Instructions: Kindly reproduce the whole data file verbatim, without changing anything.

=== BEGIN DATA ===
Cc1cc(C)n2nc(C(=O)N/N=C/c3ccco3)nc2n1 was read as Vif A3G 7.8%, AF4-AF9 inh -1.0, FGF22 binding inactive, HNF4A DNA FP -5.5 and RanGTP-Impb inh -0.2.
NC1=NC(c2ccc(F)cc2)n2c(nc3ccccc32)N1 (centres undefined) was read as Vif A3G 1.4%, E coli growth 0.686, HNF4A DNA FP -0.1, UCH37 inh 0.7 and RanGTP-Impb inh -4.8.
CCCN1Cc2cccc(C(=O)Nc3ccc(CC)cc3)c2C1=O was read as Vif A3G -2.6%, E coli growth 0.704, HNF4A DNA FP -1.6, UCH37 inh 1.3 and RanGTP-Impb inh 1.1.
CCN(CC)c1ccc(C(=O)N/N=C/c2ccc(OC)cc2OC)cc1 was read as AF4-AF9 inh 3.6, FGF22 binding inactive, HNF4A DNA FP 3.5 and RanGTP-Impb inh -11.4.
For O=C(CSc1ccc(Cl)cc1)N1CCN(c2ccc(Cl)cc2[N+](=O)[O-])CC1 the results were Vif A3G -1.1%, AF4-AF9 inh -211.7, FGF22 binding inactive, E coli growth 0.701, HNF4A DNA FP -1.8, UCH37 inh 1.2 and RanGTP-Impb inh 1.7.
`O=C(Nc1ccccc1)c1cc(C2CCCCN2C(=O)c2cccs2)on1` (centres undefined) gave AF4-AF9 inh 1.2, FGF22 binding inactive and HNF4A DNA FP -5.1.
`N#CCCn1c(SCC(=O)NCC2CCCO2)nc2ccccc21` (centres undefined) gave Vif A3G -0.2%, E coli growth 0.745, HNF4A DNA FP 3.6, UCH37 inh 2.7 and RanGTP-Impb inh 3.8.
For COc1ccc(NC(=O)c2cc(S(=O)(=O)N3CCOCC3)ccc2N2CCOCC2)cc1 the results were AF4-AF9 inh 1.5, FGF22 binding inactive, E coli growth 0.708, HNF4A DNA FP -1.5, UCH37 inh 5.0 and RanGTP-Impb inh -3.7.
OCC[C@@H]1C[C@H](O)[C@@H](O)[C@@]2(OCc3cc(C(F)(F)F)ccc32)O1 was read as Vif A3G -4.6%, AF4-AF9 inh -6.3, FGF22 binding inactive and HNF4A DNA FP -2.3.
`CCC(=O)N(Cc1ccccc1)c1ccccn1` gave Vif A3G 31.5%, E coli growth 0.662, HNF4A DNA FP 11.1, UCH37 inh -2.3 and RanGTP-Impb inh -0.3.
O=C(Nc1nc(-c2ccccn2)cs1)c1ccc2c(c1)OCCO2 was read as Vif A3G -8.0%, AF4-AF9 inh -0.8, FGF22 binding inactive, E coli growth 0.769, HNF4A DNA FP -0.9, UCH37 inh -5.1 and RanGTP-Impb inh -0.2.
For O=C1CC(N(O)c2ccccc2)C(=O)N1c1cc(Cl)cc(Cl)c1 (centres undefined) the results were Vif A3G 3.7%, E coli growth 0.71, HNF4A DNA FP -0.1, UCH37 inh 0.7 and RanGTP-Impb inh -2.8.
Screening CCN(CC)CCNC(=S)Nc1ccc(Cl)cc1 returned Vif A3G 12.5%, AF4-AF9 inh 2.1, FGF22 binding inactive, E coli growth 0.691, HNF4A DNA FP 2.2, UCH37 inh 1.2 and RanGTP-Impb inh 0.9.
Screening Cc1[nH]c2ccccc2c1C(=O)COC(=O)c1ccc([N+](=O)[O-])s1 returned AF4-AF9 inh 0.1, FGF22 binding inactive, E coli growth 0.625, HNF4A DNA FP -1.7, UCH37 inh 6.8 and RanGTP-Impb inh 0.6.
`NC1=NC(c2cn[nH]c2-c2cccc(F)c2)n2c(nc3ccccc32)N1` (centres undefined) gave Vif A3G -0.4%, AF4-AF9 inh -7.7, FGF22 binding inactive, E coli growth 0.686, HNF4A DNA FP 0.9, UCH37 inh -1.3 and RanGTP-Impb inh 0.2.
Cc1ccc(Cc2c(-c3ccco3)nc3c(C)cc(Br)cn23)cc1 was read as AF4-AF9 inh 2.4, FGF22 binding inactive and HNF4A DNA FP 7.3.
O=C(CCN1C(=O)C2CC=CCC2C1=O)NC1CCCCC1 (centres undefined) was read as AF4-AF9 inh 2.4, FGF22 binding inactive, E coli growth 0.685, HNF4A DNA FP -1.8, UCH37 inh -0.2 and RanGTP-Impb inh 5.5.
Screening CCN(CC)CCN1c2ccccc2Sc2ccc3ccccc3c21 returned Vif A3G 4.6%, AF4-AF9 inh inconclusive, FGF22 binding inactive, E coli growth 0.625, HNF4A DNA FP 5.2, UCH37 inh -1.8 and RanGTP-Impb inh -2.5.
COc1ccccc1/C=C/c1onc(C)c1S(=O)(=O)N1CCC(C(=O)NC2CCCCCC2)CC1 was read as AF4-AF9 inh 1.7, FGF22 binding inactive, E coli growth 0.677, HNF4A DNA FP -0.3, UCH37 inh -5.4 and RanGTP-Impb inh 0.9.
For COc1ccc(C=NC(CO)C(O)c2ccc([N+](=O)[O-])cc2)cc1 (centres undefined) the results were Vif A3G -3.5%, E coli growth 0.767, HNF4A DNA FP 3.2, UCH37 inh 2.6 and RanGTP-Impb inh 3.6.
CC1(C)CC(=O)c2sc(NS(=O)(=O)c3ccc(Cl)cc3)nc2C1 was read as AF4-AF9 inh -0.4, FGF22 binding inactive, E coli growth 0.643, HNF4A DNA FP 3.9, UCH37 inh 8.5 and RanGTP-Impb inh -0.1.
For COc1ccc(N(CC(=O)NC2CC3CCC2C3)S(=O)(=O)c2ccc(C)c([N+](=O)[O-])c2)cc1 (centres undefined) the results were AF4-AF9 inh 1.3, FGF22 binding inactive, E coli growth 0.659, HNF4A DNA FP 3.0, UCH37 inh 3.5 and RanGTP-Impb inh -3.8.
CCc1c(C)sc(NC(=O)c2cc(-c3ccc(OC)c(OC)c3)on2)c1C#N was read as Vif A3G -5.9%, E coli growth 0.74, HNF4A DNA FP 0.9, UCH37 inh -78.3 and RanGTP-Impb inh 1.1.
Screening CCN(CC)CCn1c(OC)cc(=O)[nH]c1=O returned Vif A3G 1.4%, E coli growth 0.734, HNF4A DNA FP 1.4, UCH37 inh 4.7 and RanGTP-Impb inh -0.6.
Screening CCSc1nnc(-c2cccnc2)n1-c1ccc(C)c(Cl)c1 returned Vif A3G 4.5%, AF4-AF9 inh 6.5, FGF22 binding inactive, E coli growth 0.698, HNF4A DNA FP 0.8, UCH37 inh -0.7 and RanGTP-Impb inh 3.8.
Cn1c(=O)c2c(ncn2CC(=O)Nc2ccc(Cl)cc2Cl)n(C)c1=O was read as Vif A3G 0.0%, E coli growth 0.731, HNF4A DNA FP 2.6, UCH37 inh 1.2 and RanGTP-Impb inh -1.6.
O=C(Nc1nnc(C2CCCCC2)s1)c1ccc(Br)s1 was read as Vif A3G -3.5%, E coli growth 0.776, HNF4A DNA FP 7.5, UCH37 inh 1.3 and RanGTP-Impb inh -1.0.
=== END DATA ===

Cc1cc(C)n2nc(C(=O)N/N=C/c3ccco3)nc2n1 was read as Vif A3G 7.8%, AF4-AF9 inh -1.0, FGF22 binding inactive, HNF4A DNA FP -5.5 and RanGTP-Impb inh -0.2.
NC1=NC(c2ccc(F)cc2)n2c(nc3ccccc32)N1 (centres undefined) was read as Vif A3G 1.4%, E coli growth 0.686, HNF4A DNA FP -0.1, UCH37 inh 0.7 and RanGTP-Impb inh -4.8.
CCCN1Cc2cccc(C(=O)Nc3ccc(CC)cc3)c2C1=O was read as Vif A3G -2.6%, E coli growth 0.704, HNF4A DNA FP -1.6, UCH37 inh 1.3 and RanGTP-Impb inh 1.1.
CCN(CC)c1ccc(C(=O)N/N=C/c2ccc(OC)cc2OC)cc1 was read as AF4-AF9 inh 3.6, FGF22 binding inactive, HNF4A DNA FP 3.5 and RanGTP-Impb inh -11.4.
For O=C(CSc1ccc(Cl)cc1)N1CCN(c2ccc(Cl)cc2[N+](=O)[O-])CC1 the results were Vif A3G -1.1%, AF4-AF9 inh -211.7, FGF22 binding inactive, E coli growth 0.701, HNF4A DNA FP -1.8, UCH37 inh 1.2 and RanGTP-Impb inh 1.7.
`O=C(Nc1ccccc1)c1cc(C2CCCCN2C(=O)c2cccs2)on1` (centres undefined) gave AF4-AF9 inh 1.2, FGF22 binding inactive and HNF4A DNA FP -5.1.
`N#CCCn1c(SCC(=O)NCC2CCCO2)nc2ccccc21` (centres undefined) gave Vif A3G -0.2%, E coli growth 0.745, HNF4A DNA FP 3.6, UCH37 inh 2.7 and RanGTP-Impb inh 3.8.
For COc1ccc(NC(=O)c2cc(S(=O)(=O)N3CCOCC3)ccc2N2CCOCC2)cc1 the results were AF4-AF9 inh 1.5, FGF22 binding inactive, E coli growth 0.708, HNF4A DNA FP -1.5, UCH37 inh 5.0 and RanGTP-Impb inh -3.7.
OCC[C@@H]1C[C@H](O)[C@@H](O)[C@@]2(OCc3cc(C(F)(F)F)ccc32)O1 was read as Vif A3G -4.6%, AF4-AF9 inh -6.3, FGF22 binding inactive and HNF4A DNA FP -2.3.
`CCC(=O)N(Cc1ccccc1)c1ccccn1` gave Vif A3G 31.5%, E coli growth 0.662, HNF4A DNA FP 11.1, UCH37 inh -2.3 and RanGTP-Impb inh -0.3.
O=C(Nc1nc(-c2ccccn2)cs1)c1ccc2c(c1)OCCO2 was read as Vif A3G -8.0%, AF4-AF9 inh -0.8, FGF22 binding inactive, E coli growth 0.769, HNF4A DNA FP -0.9, UCH37 inh -5.1 and RanGTP-Impb inh -0.2.
For O=C1CC(N(O)c2ccccc2)C(=O)N1c1cc(Cl)cc(Cl)c1 (centres undefined) the results were Vif A3G 3.7%, E coli growth 0.71, HNF4A DNA FP -0.1, UCH37 inh 0.7 and RanGTP-Impb inh -2.8.
Screening CCN(CC)CCNC(=S)Nc1ccc(Cl)cc1 returned Vif A3G 12.5%, AF4-AF9 inh 2.1, FGF22 binding inactive, E coli growth 0.691, HNF4A DNA FP 2.2, UCH37 inh 1.2 and RanGTP-Impb inh 0.9.
Screening Cc1[nH]c2ccccc2c1C(=O)COC(=O)c1ccc([N+](=O)[O-])s1 returned AF4-AF9 inh 0.1, FGF22 binding inactive, E coli growth 0.625, HNF4A DNA FP -1.7, UCH37 inh 6.8 and RanGTP-Impb inh 0.6.
`NC1=NC(c2cn[nH]c2-c2cccc(F)c2)n2c(nc3ccccc32)N1` (centres undefined) gave Vif A3G -0.4%, AF4-AF9 inh -7.7, FGF22 binding inactive, E coli growth 0.686, HNF4A DNA FP 0.9, UCH37 inh -1.3 and RanGTP-Impb inh 0.2.
Cc1ccc(Cc2c(-c3ccco3)nc3c(C)cc(Br)cn23)cc1 was read as AF4-AF9 inh 2.4, FGF22 binding inactive and HNF4A DNA FP 7.3.
O=C(CCN1C(=O)C2CC=CCC2C1=O)NC1CCCCC1 (centres undefined) was read as AF4-AF9 inh 2.4, FGF22 binding inactive, E coli growth 0.685, HNF4A DNA FP -1.8, UCH37 inh -0.2 and RanGTP-Impb inh 5.5.
Screening CCN(CC)CCN1c2ccccc2Sc2ccc3ccccc3c21 returned Vif A3G 4.6%, AF4-AF9 inh inconclusive, FGF22 binding inactive, E coli growth 0.625, HNF4A DNA FP 5.2, UCH37 inh -1.8 and RanGTP-Impb inh -2.5.
COc1ccccc1/C=C/c1onc(C)c1S(=O)(=O)N1CCC(C(=O)NC2CCCCCC2)CC1 was read as AF4-AF9 inh 1.7, FGF22 binding inactive, E coli growth 0.677, HNF4A DNA FP -0.3, UCH37 inh -5.4 and RanGTP-Impb inh 0.9.
For COc1ccc(C=NC(CO)C(O)c2ccc([N+](=O)[O-])cc2)cc1 (centres undefined) the results were Vif A3G -3.5%, E coli growth 0.767, HNF4A DNA FP 3.2, UCH37 inh 2.6 and RanGTP-Impb inh 3.6.
CC1(C)CC(=O)c2sc(NS(=O)(=O)c3ccc(Cl)cc3)nc2C1 was read as AF4-AF9 inh -0.4, FGF22 binding inactive, E coli growth 0.643, HNF4A DNA FP 3.9, UCH37 inh 8.5 and RanGTP-Impb inh -0.1.
For COc1ccc(N(CC(=O)NC2CC3CCC2C3)S(=O)(=O)c2ccc(C)c([N+](=O)[O-])c2)cc1 (centres undefined) the results were AF4-AF9 inh 1.3, FGF22 binding inactive, E coli growth 0.659, HNF4A DNA FP 3.0, UCH37 inh 3.5 and RanGTP-Impb inh -3.8.
CCc1c(C)sc(NC(=O)c2cc(-c3ccc(OC)c(OC)c3)on2)c1C#N was read as Vif A3G -5.9%, E coli growth 0.74, HNF4A DNA FP 0.9, UCH37 inh -78.3 and RanGTP-Impb inh 1.1.
Screening CCN(CC)CCn1c(OC)cc(=O)[nH]c1=O returned Vif A3G 1.4%, E coli growth 0.734, HNF4A DNA FP 1.4, UCH37 inh 4.7 and RanGTP-Impb inh -0.6.
Screening CCSc1nnc(-c2cccnc2)n1-c1ccc(C)c(Cl)c1 returned Vif A3G 4.5%, AF4-AF9 inh 6.5, FGF22 binding inactive, E coli growth 0.698, HNF4A DNA FP 0.8, UCH37 inh -0.7 and RanGTP-Impb inh 3.8.
Cn1c(=O)c2c(ncn2CC(=O)Nc2ccc(Cl)cc2Cl)n(C)c1=O was read as Vif A3G 0.0%, E coli growth 0.731, HNF4A DNA FP 2.6, UCH37 inh 1.2 and RanGTP-Impb inh -1.6.
O=C(Nc1nnc(C2CCCCC2)s1)c1ccc(Br)s1 was read as Vif A3G -3.5%, E coli growth 0.776, HNF4A DNA FP 7.5, UCH37 inh 1.3 and RanGTP-Impb inh -1.0.